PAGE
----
If you have read any of my reviews then you know I love Antec products, they are excellent in design and performance, today for review I have another of Antecs' great products the Fusion Media Center PC case. I have found that the Fusion is almost as perfect as a media center case can get. In fact after I completed this review I started playing with the case and made it into the perfect media center case, at least for me. Please read on to learn about the Antec Fusion and what I did to make it the Perfect media center case…
Reviewed by: Kristofer Brozio AkA Dracos
Tech Specs,Features or the Basic Info:
Media Center Case
Make sure you never have to shush your Media Center
Fusion, the newest member of the LifeStyle family of enclosures, seamlessly blends Quiet Computing, versatility and impeccable style to media PCs. Utilizing an innovative three chamber thermal design and Quiet Computing™ features like vibration-dampening silicone grommets, it is so quiet you won’t have to relegate your media PC to a closet to make out the softest passages in your favorite movies or music. Combined with a highly-efficient 430W power supply with active PFC, you can rest assured that the Fusion will be a good citizen on the power grid even as it quietly records your favorite shows.
Aluminum plate front bezel with Vacuum Fluorescent Display (VFD) and Volume Control to work with media center applications. Includes space for user-mounted IR Receiver
Triple chamber structure to separate heat and noise of power supply, hard drives and motherboard for cooler and quieter operation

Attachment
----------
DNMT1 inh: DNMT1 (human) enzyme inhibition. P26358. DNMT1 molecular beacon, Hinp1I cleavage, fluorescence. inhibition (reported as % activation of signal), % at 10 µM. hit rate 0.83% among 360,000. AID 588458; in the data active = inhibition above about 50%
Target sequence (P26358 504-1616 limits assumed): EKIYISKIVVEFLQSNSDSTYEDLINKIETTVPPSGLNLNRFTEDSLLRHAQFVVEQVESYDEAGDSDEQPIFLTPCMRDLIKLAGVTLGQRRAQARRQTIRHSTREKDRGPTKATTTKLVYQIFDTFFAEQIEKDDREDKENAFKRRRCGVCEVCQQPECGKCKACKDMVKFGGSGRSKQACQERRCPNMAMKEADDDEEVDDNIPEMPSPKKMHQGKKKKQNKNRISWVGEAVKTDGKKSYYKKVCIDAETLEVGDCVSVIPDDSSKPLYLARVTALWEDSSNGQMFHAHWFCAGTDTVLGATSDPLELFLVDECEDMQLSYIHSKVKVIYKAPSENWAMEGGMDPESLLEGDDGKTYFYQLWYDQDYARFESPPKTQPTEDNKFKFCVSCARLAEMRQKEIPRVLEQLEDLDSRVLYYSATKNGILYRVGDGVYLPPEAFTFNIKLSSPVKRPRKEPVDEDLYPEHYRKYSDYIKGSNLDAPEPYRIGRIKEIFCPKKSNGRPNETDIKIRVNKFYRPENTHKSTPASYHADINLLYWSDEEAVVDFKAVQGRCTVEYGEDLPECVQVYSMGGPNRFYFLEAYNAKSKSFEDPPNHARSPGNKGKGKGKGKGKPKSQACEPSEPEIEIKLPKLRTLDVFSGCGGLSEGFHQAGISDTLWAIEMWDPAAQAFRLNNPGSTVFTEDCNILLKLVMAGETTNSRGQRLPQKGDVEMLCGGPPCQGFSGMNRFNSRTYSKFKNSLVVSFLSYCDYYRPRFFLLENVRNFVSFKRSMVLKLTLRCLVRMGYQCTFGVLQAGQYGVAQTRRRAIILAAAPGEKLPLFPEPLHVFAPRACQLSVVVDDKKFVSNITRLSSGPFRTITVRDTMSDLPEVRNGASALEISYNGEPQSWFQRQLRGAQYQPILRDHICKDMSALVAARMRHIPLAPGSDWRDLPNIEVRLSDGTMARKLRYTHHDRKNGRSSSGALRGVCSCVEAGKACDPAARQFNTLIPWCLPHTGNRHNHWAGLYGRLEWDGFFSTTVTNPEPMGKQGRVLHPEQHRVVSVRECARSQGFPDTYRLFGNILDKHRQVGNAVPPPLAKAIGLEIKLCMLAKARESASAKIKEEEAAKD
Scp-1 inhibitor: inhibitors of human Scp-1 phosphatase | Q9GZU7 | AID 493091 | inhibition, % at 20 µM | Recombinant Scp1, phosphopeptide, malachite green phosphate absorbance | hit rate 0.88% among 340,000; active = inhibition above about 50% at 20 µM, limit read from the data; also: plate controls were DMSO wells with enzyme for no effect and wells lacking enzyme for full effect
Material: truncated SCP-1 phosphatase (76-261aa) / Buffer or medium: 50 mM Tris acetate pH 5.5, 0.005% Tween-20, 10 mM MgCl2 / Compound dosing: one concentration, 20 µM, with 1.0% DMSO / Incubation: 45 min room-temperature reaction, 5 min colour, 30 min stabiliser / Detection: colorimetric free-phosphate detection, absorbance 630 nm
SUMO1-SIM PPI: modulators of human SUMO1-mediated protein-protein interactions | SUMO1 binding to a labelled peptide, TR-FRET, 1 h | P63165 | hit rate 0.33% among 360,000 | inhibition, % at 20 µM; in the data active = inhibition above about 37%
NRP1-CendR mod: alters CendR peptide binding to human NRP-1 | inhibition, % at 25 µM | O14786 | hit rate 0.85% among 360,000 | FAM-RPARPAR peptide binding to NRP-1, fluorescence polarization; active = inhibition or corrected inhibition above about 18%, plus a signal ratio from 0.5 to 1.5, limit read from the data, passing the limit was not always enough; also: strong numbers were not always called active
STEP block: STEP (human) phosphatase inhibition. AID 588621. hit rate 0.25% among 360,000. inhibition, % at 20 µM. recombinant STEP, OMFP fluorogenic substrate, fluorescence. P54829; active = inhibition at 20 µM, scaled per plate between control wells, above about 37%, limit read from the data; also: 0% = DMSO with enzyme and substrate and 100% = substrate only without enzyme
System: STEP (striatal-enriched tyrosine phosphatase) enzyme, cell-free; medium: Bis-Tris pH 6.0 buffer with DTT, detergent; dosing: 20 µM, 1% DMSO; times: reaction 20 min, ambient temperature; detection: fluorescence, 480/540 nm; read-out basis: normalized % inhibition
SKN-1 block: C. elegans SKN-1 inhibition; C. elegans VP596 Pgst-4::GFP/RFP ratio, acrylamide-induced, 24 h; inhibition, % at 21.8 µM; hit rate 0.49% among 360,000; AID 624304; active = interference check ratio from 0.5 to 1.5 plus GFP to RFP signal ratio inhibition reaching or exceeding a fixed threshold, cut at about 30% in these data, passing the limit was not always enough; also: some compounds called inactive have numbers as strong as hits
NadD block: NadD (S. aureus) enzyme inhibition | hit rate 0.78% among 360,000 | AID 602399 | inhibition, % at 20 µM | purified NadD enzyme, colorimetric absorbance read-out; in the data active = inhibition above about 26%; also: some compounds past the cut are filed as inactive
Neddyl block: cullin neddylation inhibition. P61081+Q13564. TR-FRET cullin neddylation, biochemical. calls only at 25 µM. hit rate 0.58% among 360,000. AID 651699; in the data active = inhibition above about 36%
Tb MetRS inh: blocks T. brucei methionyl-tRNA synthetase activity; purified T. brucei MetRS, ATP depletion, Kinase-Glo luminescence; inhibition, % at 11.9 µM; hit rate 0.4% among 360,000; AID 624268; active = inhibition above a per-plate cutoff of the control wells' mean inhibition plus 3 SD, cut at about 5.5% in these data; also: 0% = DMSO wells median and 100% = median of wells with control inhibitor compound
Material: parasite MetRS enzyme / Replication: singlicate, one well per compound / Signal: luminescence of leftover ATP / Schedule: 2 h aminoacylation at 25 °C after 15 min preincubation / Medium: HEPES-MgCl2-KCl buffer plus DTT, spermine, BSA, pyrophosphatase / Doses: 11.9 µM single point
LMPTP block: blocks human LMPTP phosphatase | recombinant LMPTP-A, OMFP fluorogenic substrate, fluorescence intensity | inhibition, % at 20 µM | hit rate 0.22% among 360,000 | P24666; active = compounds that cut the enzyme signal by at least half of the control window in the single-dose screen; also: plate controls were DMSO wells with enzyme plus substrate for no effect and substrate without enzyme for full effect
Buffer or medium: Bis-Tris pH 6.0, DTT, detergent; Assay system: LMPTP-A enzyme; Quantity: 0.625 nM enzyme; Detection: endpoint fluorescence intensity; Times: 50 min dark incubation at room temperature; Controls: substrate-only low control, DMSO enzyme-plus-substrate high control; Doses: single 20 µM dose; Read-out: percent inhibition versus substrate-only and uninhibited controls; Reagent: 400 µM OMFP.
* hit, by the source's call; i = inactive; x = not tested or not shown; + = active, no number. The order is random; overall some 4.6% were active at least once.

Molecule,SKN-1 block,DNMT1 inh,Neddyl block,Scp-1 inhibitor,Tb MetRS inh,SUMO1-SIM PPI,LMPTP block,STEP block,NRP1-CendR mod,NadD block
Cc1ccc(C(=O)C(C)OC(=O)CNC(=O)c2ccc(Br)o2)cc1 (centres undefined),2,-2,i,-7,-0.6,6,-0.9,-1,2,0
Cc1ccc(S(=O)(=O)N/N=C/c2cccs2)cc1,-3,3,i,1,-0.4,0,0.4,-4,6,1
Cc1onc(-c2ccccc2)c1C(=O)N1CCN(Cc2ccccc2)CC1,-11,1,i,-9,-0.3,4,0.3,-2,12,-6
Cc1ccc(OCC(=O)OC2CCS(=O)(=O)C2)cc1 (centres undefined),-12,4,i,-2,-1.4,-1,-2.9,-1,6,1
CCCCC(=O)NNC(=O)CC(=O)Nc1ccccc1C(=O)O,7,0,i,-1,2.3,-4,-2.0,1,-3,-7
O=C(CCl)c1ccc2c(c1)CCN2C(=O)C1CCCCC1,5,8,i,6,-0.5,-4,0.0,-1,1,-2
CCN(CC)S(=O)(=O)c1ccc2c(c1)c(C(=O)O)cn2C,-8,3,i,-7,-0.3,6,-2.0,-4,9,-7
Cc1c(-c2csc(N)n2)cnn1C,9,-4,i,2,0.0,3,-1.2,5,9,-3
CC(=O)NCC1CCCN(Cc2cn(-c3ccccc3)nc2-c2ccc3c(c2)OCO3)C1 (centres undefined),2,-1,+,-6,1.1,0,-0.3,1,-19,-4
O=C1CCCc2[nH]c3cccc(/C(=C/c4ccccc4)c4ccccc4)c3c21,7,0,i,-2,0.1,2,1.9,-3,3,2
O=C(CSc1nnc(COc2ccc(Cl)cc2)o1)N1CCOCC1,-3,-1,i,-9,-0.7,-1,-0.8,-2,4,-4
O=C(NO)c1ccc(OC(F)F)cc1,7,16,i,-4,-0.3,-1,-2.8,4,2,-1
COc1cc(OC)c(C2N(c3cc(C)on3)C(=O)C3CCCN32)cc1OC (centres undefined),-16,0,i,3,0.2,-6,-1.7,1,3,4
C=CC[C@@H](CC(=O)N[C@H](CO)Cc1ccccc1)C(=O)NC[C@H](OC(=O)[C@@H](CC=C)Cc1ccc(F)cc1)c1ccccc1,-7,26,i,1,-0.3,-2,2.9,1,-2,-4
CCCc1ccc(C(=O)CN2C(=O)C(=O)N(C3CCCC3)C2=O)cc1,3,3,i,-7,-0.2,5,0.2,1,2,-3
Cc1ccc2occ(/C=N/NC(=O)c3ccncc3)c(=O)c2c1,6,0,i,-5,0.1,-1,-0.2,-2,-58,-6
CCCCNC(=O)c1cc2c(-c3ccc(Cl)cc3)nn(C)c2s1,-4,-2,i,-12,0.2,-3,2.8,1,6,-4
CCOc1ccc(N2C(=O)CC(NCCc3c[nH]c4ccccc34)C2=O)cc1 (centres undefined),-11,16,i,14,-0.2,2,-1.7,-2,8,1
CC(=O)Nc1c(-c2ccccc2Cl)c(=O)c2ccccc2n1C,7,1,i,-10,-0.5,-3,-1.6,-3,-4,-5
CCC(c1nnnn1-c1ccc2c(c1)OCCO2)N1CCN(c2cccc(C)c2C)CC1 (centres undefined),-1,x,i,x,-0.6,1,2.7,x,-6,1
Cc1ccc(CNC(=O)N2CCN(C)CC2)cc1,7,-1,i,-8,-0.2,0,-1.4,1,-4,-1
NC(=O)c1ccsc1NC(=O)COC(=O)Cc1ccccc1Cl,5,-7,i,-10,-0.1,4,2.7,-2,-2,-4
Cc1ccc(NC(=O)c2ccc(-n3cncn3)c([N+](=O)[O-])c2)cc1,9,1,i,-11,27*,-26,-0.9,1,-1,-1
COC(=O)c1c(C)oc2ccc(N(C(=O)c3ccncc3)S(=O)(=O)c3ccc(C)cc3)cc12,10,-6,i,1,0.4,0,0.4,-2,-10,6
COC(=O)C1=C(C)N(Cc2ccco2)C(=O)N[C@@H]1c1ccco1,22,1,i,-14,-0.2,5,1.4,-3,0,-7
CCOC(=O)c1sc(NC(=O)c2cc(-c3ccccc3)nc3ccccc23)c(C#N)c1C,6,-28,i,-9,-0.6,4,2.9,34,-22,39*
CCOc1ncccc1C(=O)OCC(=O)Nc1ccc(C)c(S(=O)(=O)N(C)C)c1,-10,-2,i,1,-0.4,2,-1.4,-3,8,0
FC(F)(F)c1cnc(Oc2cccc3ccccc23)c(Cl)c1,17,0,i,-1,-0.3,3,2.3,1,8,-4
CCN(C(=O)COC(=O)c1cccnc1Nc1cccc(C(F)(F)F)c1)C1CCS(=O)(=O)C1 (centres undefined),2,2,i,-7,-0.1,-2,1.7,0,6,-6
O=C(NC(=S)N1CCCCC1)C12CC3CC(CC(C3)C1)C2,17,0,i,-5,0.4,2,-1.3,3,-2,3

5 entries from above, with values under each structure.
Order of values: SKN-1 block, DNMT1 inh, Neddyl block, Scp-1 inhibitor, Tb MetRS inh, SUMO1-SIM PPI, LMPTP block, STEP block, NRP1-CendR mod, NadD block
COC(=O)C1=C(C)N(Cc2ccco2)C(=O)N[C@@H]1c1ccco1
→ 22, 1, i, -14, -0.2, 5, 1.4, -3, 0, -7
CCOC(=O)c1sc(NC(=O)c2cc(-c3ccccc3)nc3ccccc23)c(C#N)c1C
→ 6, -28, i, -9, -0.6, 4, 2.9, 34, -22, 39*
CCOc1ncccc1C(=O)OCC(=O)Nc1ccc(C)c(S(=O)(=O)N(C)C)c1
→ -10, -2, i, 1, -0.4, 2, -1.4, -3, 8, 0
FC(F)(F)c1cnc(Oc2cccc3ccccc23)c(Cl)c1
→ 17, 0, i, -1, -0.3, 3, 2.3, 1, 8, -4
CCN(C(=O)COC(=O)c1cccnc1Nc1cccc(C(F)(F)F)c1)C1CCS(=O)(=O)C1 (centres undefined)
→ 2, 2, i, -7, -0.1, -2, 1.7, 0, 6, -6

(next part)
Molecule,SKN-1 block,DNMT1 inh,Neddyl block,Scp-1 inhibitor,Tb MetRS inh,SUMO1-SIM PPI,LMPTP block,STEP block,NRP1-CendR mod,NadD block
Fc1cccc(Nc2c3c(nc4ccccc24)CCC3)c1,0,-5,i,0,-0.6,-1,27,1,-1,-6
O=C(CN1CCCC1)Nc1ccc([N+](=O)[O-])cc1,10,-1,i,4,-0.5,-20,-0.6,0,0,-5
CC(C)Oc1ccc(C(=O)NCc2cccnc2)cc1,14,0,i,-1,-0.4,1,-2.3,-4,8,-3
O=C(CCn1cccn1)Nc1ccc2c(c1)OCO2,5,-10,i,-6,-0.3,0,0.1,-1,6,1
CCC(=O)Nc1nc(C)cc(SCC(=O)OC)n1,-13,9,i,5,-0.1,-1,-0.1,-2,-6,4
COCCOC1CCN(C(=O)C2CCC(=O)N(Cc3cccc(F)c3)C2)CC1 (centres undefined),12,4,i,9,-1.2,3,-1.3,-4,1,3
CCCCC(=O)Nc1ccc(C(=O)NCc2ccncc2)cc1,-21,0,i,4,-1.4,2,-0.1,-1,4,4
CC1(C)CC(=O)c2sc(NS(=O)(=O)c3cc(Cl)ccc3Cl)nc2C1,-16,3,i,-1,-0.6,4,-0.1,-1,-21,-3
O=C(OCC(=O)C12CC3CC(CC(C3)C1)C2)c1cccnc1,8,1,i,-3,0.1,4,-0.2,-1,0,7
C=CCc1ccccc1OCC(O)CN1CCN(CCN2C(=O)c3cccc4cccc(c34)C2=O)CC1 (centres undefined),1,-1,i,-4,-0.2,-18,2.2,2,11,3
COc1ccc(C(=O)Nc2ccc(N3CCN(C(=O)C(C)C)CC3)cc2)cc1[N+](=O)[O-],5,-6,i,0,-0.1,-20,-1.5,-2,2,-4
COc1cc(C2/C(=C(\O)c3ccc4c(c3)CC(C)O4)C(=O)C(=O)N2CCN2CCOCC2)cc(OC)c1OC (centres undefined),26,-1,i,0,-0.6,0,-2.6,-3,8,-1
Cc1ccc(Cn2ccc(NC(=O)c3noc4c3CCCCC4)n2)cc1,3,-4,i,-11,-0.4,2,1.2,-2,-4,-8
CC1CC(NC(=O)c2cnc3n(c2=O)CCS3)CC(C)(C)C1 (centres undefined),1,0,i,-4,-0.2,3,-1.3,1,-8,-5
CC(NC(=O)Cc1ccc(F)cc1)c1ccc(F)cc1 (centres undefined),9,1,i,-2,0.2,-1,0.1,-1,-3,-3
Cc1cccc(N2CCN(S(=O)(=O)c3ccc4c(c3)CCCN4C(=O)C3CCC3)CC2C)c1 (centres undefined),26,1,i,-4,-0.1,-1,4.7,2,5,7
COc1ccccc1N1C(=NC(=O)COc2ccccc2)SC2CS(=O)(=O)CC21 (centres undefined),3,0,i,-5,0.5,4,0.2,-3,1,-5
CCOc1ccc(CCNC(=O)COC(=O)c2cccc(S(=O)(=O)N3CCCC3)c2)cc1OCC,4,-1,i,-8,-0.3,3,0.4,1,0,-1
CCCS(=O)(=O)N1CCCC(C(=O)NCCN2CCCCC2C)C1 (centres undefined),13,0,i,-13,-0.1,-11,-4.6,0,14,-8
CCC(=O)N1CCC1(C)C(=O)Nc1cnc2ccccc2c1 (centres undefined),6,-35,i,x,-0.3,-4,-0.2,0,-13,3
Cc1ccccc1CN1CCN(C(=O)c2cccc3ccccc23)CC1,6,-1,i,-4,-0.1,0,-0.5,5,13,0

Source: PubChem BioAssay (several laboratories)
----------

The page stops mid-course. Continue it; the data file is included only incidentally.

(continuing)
Quiet high-efficiency 430 Watt ATX12V v2.0 power supply with universal input and active PFC
Removable HDD brackets with extra soft silicone grommets to reduce vibrational noise
Advanced cooling system:
-2 x sidemounted 120mm TriCool™ 3-speed fans
Low profile desktop height to fit in any environment
3 Drive Bays
– Front Accessible: 1 x 5.25"
– Internal 2 x 3.5"
4 Expansion Slots
Motherboard: Micro ATX form factor (9.6" x 9.6")
Front-mounted ports for easy multimedia connections
– 2 x USB 2.0
– 1 x IEEE 1394 (FireWire®, i.Link®)
– Audio In and Out
Durable 0.8mm cold rolled steel construction
We can see just by reading the specs and features that there is a lot more to the Fusion than just looks, I have 50 pictures for you of the Fusion and the installation process, so sit back, relax and enjoy!
A Better Look at Things
Antecs' boxes are very bright, colorful and contain a lot of information about their products. I've been to local stores and you can easily pick out the Antec box from the rest of the PC Cases on the shelf. The Fusions' box is no different in that respect, and it is actually a bit more colorful than other Antec boxes I have seen.
The back, sides and front contain basically the same information I have listed about in the 'specs' section and a few more pictures of the Fusion.
Opening the box we find the Fusion is packed very well as all Antec cases are. The manual is the first thing seen along with the volume control knob when the box is opened. The Fusion is protected with stryofoam and wrapped in plastic to further protect it. The Fusion was actually shipped to me inside of another box that was filled with air pillows as well. In the two pictures below you can also see the stylish metal feet, designed to fit in with other components in your entertainment system.
A Better Look at Things